UFC Vet Bart Palaszewski Discusses Decision to Retire, Transitioning Into Career “That is Not About Me”
By Kelsey Mowatt
After competing in 53 professional bouts, over a twelve year span, Bart Palaszewski recently announced he was hanging up the gloves at the young age of 30. The announcement seemed to catch more than a few fans by surprise, as although Palaszewski was no longer with the UFC, there certainly weren’t calls for the rugged vet to hang them up. But, as Palaszewski recently relayed on Full Contact Fighter Radio, he knew it was time to begin a new chapter in his life.
“The biggest one was that I didn’t want to go back on my word,” said Palaszewski, while discussing his recent decision. “I did an interview after my (Hatsu) Hioki fight, and right before I fought Diego (Nunes), that if I was let go from the UFC I probably was going to hang it up. Obviously I got let go from the UFC after three losses. There was some deals on the table, from other organizations, including KSW in Poland, but I didn’t want to go back on my word.”
“Although there are a lot of other guys in the sport that are older than me, I just feel old I guess,” furthered Palaszewski, who hadn’t fought since April, 2013 when he was tapped out by Cole Miller at the TUF 17 Finale. “I have a ton of fights, and I don’t know, my heart’s not in it I guess you could say…I’ve been kind of contemplating, thinking about it, and I’m still young enough where I can move on and pick another career doing something else.”
Palaszewski noted that he feels “old”, but the well traveled veteran says his health did not play a factor in his decision to retire.
“Oh, not at all,” the Illinois resident said, when asked if the miles of a 50 fight plus record influenced his decision. “Obviously there’s some wear-and-tear, just like any other sport, but no major injuries. I was lucky enough I didn’t suffer any major injuries during my career….Head injuries, which is a big one since it’s a combat sport, I’ve never been knocked out, I got TKO’d once, which I never went to sleep. That’s one thing I’m glad never really happened. Like I said, it was just that my heart wasn’t really in it.”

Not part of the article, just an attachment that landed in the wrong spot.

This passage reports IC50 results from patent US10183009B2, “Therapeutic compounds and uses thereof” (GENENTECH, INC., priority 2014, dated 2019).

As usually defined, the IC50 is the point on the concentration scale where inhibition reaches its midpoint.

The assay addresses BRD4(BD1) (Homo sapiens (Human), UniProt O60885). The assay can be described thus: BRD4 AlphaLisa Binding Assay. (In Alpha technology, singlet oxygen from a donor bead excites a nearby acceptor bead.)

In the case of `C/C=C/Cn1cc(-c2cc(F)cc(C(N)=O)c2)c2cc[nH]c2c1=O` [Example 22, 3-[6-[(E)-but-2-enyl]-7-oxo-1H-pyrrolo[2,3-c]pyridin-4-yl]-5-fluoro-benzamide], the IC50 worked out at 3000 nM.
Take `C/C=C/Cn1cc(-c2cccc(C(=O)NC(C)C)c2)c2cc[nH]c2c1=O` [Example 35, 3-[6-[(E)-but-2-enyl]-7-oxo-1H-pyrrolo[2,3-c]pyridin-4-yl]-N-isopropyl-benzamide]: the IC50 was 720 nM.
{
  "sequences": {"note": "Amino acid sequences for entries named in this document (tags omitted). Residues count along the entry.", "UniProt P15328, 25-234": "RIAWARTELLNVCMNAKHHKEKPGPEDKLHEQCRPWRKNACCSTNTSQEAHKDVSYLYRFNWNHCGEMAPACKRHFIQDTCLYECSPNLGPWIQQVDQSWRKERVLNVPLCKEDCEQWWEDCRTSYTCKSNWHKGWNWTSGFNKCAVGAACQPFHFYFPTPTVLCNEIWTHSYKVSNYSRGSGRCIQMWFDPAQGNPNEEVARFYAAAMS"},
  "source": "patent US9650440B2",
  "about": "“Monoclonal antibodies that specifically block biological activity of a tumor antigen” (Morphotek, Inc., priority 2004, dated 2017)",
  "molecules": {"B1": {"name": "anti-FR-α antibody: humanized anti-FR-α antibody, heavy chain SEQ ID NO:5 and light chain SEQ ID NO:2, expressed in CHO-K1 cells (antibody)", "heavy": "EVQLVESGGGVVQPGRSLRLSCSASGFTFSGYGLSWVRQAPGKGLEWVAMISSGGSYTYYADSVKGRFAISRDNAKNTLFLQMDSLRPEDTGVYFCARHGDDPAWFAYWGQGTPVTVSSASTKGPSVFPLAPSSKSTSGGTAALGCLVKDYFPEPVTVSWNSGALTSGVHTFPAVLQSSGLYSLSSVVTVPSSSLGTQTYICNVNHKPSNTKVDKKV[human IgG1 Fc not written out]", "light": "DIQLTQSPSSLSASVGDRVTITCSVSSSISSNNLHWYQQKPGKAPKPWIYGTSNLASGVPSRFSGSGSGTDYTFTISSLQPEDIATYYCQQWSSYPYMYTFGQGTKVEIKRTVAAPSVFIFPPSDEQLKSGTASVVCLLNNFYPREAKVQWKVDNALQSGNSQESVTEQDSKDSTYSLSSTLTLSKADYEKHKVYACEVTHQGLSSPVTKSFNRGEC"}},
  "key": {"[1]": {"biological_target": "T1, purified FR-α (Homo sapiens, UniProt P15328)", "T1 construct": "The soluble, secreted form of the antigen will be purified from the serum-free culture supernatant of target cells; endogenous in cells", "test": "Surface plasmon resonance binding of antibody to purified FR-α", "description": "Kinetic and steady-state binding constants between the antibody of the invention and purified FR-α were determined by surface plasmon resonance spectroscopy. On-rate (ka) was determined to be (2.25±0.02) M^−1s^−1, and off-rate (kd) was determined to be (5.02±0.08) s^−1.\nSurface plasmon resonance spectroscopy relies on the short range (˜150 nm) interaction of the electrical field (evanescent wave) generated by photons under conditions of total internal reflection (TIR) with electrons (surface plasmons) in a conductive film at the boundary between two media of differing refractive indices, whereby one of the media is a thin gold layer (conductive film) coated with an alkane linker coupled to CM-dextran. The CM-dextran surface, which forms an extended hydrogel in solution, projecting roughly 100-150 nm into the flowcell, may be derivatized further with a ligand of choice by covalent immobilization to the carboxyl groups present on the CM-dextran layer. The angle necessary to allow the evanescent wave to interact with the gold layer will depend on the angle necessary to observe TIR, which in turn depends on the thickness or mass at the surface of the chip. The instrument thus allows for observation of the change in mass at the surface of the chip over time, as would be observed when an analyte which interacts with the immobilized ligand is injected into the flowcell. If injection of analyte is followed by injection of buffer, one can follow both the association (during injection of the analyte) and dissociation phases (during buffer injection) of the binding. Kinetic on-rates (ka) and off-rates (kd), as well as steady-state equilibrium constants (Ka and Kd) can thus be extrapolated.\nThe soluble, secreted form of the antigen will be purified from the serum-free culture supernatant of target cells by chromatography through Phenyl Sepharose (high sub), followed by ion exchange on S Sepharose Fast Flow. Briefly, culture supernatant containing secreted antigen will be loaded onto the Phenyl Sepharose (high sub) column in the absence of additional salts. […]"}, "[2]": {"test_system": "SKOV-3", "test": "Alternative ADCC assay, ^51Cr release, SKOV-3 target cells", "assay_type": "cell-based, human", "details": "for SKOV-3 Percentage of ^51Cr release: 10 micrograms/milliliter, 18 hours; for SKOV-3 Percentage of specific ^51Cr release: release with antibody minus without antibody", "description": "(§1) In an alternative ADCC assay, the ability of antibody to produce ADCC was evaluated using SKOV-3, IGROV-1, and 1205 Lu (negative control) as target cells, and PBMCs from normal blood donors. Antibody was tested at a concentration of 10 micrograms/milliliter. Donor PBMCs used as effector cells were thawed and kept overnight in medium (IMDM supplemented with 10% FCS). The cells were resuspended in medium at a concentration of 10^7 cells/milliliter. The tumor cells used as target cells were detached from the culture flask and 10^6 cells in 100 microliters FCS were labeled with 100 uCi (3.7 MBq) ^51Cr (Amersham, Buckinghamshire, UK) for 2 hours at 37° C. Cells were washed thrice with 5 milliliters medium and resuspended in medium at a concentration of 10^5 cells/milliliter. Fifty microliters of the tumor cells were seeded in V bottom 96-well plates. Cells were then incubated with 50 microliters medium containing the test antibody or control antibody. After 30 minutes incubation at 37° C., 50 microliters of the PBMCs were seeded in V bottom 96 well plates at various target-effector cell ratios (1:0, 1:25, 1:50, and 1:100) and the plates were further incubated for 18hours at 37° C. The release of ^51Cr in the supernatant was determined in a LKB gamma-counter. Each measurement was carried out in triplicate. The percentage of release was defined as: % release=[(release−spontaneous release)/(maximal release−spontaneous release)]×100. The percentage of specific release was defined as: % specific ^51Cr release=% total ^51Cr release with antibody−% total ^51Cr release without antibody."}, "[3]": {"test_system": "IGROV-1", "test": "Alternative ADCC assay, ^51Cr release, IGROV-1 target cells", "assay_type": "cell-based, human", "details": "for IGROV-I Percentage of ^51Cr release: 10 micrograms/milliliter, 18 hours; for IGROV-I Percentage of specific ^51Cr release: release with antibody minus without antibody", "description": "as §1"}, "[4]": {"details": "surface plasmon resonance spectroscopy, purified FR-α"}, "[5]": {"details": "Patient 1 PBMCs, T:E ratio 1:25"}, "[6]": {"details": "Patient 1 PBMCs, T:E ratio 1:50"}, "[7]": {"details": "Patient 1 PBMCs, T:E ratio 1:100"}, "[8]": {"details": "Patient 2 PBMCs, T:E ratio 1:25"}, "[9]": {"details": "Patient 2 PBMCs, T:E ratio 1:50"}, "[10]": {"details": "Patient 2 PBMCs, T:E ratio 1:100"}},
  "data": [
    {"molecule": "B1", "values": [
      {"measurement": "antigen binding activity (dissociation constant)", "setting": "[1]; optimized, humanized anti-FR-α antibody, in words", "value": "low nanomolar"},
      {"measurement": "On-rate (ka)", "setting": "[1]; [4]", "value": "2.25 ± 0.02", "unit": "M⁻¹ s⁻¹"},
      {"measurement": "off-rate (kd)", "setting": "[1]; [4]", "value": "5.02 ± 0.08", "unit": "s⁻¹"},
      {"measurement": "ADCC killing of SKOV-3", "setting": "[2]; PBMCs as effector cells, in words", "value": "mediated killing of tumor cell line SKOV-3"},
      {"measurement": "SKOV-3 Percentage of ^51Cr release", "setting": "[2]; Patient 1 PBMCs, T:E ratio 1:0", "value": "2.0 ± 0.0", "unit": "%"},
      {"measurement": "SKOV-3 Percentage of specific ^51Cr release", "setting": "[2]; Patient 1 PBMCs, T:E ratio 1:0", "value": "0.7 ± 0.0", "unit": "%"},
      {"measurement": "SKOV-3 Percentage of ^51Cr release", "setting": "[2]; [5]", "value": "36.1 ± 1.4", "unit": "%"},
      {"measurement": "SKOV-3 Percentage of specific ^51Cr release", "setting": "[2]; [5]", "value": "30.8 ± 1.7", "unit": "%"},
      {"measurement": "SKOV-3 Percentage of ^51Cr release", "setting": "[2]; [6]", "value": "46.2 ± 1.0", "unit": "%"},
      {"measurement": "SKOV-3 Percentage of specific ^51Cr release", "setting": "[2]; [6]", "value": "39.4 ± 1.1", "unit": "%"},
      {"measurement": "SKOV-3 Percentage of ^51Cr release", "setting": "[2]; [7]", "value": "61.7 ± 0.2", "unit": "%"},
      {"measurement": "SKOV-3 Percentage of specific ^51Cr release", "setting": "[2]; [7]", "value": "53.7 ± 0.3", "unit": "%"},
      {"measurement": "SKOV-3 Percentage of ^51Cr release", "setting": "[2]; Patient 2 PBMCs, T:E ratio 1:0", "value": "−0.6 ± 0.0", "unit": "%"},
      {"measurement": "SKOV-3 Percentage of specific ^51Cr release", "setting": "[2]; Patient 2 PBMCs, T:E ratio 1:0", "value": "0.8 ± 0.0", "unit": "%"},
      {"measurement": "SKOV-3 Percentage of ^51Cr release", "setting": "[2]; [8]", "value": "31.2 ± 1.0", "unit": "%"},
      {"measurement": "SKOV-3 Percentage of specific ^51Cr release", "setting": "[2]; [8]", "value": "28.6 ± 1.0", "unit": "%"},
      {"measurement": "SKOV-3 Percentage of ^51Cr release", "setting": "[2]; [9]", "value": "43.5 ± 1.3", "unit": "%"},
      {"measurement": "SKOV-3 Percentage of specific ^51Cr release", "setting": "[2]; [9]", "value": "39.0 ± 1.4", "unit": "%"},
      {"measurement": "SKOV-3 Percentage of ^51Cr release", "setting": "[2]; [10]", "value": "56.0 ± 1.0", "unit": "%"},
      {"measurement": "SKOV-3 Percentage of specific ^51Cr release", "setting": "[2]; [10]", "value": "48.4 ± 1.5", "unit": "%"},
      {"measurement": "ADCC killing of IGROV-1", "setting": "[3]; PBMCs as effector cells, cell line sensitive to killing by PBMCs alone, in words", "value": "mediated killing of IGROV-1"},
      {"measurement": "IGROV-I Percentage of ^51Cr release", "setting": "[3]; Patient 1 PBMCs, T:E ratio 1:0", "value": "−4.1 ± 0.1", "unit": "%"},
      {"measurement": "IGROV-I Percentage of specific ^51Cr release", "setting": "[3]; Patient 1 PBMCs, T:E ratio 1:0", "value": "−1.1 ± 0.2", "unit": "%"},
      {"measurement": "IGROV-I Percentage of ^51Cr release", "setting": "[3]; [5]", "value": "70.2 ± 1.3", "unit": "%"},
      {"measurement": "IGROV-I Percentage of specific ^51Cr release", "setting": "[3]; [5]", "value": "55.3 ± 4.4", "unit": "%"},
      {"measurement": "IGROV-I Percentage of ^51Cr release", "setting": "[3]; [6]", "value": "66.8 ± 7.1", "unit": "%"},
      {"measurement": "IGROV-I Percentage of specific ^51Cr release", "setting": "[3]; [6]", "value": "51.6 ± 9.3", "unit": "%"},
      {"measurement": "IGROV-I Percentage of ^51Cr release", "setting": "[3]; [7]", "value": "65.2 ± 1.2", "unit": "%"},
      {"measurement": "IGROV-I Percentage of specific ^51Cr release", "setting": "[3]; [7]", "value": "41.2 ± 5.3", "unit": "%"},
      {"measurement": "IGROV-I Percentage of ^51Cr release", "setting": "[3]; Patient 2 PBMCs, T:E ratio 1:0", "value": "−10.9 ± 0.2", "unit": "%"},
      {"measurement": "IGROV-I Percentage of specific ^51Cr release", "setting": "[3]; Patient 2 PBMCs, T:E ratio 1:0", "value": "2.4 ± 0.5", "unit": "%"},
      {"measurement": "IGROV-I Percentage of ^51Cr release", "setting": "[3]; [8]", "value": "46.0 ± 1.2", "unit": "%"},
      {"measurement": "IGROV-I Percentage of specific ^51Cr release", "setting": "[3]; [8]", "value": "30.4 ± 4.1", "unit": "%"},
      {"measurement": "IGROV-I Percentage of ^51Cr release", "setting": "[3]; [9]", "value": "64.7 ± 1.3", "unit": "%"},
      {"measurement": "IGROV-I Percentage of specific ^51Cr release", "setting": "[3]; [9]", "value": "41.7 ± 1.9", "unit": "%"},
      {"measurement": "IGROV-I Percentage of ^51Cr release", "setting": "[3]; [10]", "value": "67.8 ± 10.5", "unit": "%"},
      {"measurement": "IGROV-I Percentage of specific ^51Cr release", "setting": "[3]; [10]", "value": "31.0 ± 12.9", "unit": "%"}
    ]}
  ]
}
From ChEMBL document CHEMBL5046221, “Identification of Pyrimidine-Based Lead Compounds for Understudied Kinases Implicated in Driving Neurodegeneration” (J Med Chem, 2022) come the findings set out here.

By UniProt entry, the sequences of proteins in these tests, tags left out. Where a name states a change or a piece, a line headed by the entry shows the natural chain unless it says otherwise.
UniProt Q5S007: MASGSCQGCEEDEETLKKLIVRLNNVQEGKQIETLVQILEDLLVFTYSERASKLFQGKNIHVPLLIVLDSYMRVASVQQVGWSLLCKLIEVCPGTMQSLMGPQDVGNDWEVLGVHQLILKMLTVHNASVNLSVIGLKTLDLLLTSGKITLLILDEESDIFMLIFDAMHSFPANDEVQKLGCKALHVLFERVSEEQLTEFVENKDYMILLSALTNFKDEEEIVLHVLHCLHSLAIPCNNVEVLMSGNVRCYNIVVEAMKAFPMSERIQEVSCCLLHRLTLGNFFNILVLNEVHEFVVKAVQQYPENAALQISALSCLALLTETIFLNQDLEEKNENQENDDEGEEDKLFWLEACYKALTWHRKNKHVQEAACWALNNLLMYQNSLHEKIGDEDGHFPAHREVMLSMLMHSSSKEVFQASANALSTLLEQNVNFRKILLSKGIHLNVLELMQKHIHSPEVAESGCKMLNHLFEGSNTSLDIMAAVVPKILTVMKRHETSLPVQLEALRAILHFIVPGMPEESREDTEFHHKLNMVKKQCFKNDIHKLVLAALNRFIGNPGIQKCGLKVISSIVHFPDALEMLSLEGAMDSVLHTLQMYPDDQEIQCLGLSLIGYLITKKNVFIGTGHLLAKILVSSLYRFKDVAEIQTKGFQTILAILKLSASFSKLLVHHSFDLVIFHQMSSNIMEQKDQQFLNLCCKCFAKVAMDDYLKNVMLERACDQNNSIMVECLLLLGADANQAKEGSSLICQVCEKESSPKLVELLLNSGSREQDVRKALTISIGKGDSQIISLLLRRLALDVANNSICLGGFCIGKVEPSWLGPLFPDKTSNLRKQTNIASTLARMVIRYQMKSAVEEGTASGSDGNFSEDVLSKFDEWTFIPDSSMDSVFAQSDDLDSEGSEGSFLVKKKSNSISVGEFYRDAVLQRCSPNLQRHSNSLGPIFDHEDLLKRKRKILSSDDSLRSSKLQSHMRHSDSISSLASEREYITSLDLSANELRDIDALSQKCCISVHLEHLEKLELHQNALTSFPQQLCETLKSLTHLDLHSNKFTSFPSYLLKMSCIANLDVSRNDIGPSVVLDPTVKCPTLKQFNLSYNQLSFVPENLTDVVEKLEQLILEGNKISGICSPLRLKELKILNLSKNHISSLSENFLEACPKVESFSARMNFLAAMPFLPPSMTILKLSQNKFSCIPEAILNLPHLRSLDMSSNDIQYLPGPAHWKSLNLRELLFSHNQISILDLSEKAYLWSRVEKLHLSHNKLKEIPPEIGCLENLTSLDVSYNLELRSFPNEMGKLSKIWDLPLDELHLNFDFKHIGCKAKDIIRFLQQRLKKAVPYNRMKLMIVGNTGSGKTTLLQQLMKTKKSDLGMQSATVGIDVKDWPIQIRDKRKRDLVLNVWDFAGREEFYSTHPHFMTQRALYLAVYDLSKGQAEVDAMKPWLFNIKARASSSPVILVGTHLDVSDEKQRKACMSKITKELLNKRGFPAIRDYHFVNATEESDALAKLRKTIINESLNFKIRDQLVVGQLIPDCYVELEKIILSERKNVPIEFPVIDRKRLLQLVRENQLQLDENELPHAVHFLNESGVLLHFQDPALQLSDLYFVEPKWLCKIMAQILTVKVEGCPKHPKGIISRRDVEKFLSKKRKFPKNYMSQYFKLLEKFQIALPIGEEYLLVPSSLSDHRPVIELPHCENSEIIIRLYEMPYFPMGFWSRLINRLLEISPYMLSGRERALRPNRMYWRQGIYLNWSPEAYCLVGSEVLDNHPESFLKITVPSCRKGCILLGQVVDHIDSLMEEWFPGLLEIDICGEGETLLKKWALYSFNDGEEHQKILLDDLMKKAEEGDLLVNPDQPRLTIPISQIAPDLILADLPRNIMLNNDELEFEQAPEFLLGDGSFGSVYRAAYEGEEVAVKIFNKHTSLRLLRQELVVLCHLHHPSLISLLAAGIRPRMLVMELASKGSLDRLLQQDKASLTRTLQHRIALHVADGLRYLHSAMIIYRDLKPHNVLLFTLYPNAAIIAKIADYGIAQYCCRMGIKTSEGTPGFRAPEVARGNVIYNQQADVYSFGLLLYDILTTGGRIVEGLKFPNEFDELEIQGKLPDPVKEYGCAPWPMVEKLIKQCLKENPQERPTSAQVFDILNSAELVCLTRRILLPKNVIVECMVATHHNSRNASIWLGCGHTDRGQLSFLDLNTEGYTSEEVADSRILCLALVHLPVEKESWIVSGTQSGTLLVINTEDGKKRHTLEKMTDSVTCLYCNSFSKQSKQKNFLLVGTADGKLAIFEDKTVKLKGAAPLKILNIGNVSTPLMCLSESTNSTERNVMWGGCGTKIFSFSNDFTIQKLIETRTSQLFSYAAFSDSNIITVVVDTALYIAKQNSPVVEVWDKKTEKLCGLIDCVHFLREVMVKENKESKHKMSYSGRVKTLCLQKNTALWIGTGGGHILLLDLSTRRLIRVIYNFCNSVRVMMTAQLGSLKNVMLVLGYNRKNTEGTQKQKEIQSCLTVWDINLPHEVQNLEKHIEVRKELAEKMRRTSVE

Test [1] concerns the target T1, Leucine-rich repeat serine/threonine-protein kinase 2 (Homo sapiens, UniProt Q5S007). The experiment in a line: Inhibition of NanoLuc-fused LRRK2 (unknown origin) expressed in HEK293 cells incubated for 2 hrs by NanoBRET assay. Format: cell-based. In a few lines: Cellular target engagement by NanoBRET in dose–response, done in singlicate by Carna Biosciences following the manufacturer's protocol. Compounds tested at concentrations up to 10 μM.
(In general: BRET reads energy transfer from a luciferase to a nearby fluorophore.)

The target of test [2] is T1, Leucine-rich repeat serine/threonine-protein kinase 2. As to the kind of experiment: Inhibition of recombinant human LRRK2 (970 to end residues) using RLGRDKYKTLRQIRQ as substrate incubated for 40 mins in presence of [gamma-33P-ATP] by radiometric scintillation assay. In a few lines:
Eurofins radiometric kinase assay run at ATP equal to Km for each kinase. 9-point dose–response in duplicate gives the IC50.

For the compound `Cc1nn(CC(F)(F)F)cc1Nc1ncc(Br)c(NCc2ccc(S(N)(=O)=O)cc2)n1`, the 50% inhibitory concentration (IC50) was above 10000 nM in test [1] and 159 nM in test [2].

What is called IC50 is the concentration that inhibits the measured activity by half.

Palaszewski made his pro debut in January, 2002, and over the next ten years or so he fought for various organizations, including the International Fight League, Xtreme Fighting Organization and World Extreme Cagefighting.
“Winning the championship for the IFL; it was amazing,” said Palaszewski, while discussing some of his career highlights. “It was a big knockout, it was clincher for me, especially coming from behind. I was getting my ass kicked. Obviously the Tyson Griffin fight; that was huge you know. It was my first fight in the UFC and I got lucky enough to be on live TV. I got a bonus out of it which was awesome. That really helped out a lot. Really made things much easier as far as training, and not sweating about paying bills and stuff.”
Unlike many other fighters before him, Palaszewski does not see himself getting heavily involved in coaching or running his own gym. In fact, the Brazilian Jiu Jitsu black belt is already taking steps to enter a new line of work altogether.
“Right now I’m in school, I’m going to do the school thing full time, and I’m looking into law enforcement,” said Palaszewski. “I’ve been really interested in law enforcement for many, many years and I have a lot of good friends in it. I know I’m not going to become rich doing it, but it’s something that I want to do and I guess you can say it’s something selfless.”
“I got to enjoy a career where for 12 years I got to do whatever I wanted to,” added Palaszewski. “It was always me, me, me. So now I want to do something that is not about me.”
Stay tuned to Full Contact Fighter for another article featuring Palaszewski, where he shares his thoughts on the current state of MMA and fighter compensation.